Almost Heaven Habitat homes use 50% less energy than an average home.  Families save over $500 in utilities each year or more than $10,000 over the life of their mortgage.  Almost Heaven Habitat is living proof that building to strong energy efficiency standards saves homeowners money over the lifetime of their building.

Performance Contracting in West Virginia Cities: Huntington, Morgantown, Clarksburg, Beckley, Martinsburg, and Wheeling

The City of Huntington and other cities in West Virginia are making investments to improve the energy efficiency of their facilities at no cost to taxpayers.  These cities entered into performance contracts with energy service companies (ESCOs); the ESCO guaranteed the level of savings and installed the equipment, and the cities are paying back the ESCO out of the savings on their utility bills.   

In 2011, Huntington entered into a $2.4 million contract to reduce energy use in 18 municipal buildings by 25 percent.  This investment will be paid off out of utility savings for 15 years.  The upgrades include air sealing, replacing HVAC systems, improving lighting efficiency, installing building controls and energy management systems, and switching traffic signals to efficient LEDs.

Other cities   have also entered into energy performance contracts.  Morgantown, Clarksburg, Beckley, Martinsburg and Wheeling together will save more than an estimated $550,000 in utility costs over the next 15 years. 

According to Constellation Energy, an ESCO that has completed more than 4,000 projects, customers can expect to achieve savings of 20% on average through cost-effective energy efficiency measures.  Unfortunately for smaller municipalities, partnering with ESCOs is more difficult as they are typically not interested in small projects.  Additional resources and incentives are needed to encourage smaller municipal governments to take advantage of the potential for significant savings through efficiency.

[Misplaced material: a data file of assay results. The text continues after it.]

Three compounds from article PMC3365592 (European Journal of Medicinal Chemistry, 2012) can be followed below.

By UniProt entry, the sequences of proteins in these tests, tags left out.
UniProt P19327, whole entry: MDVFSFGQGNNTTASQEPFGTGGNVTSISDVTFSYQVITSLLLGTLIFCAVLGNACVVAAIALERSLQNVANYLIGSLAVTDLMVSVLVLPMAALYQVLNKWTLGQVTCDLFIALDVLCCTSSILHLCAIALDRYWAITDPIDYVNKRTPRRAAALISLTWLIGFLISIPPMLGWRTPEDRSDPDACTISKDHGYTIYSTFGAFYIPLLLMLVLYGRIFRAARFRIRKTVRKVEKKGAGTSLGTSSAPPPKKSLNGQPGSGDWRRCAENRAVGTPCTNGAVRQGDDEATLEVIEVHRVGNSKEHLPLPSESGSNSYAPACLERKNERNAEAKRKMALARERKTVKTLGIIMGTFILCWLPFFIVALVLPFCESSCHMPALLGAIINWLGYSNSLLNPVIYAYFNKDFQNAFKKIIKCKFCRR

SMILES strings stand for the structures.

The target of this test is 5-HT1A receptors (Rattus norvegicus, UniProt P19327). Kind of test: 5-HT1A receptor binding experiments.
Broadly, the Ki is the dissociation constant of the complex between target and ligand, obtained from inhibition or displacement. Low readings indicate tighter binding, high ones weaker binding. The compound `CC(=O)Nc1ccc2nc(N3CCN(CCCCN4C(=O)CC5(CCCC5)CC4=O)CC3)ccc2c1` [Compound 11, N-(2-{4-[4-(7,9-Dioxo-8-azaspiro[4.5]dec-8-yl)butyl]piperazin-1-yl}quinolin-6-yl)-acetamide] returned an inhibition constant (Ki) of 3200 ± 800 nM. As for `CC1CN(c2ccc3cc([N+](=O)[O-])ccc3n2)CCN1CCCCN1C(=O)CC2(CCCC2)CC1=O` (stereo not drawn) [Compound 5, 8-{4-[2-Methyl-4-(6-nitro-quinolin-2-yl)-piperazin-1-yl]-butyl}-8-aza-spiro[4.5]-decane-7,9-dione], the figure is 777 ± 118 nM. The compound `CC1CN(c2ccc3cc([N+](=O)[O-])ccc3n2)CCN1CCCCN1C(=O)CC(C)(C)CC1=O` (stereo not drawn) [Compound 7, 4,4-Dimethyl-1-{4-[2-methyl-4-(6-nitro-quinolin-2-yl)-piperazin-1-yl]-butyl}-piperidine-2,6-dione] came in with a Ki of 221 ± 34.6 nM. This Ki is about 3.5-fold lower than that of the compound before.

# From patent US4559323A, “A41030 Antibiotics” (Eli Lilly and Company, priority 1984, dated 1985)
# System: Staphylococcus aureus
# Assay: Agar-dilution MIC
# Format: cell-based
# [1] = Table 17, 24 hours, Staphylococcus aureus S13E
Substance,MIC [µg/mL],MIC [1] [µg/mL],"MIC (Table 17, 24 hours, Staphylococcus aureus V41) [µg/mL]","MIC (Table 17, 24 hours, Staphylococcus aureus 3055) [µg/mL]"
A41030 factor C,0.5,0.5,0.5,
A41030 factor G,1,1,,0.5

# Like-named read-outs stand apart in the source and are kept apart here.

Appalachian Power’s Commercial Energy Efficiency Program Incentives: Wells Home Furnishings and Toyota Motor Manufacturing

Appalachian Power's commercial energy efficiency program has incentivized businesses to become more efficient. Charleston based Wells Home Furnishings has achieved significant savings by taking advantage of rebates from the program. The company replaced 872 75-watt spotlights with 15-watt LEDs and reduced its energy bill by more than 50%.  The LED lights are expected to last 10 years, and the company will save close to $200,000 over the lifetime of the bulbs.  This estimate does not include savings from reduced air conditioning although the LEDs put out less heat than the halogen bulbs they replaced. The investment in the more efficient bulbs will pay for itself in about one year.

Toyota Motor Manufacturing also took advantage of Appalachian Power’s commercial energy efficiency program by investing in about 2,000 efficient lights that use about half of the energy of the lights they are replacing, and motion sensors to further save energy.  With a rebate of nearly $200,000 from Appalachian Power, the lighting and controls upgrade will pay for itself in less than two years.

Two members of the Wyoming County 
School System hold up the plaques they 
received for their EnergyStar rated schools. 
Ten schools in the County have achieved 
this status.

A picture of Hilltop Elementary, which serves 410 students from Pre-K to Fifth Grade.

The Williamson Community Center - one of the five buildings that will be improved and made more energy efficient in Williamson.

Performance contracting is saving these West Virginia cities money!

Wells Home Furnishings, a Charleston based company, has reduced their energy bill by more than 50% by switching to LED lightbulbs! These investments will pay for themselves in less than a year.